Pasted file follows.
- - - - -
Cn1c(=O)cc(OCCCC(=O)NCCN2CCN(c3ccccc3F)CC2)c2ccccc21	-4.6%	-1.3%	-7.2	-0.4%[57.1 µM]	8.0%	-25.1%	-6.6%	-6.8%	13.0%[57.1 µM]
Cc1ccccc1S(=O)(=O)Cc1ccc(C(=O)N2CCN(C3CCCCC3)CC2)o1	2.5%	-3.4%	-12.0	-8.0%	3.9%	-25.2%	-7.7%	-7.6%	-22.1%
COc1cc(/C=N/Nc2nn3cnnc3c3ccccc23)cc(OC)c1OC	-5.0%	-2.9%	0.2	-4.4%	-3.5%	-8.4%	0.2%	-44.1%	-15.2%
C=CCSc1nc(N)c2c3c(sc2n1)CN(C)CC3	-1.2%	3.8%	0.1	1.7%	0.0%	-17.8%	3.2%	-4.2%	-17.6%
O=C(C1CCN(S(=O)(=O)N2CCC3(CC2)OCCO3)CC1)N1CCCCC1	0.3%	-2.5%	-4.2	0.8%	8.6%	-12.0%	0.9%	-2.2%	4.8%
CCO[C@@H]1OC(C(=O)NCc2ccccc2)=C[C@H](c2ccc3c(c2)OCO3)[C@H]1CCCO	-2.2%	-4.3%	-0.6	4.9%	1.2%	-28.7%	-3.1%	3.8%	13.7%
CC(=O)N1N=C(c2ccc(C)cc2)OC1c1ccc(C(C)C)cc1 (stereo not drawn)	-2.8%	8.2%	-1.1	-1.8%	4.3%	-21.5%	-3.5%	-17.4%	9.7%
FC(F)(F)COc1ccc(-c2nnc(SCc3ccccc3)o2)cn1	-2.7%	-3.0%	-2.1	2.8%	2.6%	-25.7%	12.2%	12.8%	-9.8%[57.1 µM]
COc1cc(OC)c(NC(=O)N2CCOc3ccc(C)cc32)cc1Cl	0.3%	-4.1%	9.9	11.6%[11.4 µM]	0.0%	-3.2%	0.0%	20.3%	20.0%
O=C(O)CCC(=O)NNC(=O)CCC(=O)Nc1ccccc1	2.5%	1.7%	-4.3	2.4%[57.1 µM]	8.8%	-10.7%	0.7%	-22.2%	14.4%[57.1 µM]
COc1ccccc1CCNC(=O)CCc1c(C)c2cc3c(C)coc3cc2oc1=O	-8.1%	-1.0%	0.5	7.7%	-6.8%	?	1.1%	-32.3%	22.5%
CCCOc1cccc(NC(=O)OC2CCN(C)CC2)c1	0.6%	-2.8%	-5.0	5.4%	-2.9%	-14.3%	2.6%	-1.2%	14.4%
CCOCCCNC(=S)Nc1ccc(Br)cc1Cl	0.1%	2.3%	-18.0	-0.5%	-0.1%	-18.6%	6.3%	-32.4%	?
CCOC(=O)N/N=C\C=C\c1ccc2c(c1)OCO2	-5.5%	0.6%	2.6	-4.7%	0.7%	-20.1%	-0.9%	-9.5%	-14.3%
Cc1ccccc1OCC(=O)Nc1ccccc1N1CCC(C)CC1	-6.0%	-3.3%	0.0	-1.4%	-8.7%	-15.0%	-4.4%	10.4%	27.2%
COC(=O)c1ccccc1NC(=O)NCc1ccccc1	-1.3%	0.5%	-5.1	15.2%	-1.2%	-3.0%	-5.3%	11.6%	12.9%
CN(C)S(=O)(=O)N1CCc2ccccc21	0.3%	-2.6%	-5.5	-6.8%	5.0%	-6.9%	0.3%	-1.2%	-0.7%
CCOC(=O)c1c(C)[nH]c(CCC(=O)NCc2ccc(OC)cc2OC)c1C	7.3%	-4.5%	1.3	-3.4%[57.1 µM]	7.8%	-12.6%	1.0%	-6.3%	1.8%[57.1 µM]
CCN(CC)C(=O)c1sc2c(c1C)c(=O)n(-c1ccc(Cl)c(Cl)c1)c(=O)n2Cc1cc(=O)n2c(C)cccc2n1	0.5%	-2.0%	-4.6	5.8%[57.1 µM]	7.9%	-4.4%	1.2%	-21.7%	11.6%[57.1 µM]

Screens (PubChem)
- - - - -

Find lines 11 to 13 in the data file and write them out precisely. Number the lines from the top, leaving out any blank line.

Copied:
COc1ccccc1CCNC(=O)CCc1c(C)c2cc3c(C)coc3cc2oc1=O	-8.1%	-1.0%	0.5	7.7%	-6.8%	?	1.1%	-32.3%	22.5%
CCCOc1cccc(NC(=O)OC2CCN(C)CC2)c1	0.6%	-2.8%	-5.0	5.4%	-2.9%	-14.3%	2.6%	-1.2%	14.4%
CCOCCCNC(=S)Nc1ccc(Br)cc1Cl	0.1%	2.3%	-18.0	-0.5%	-0.1%	-18.6%	6.3%	-32.4%	?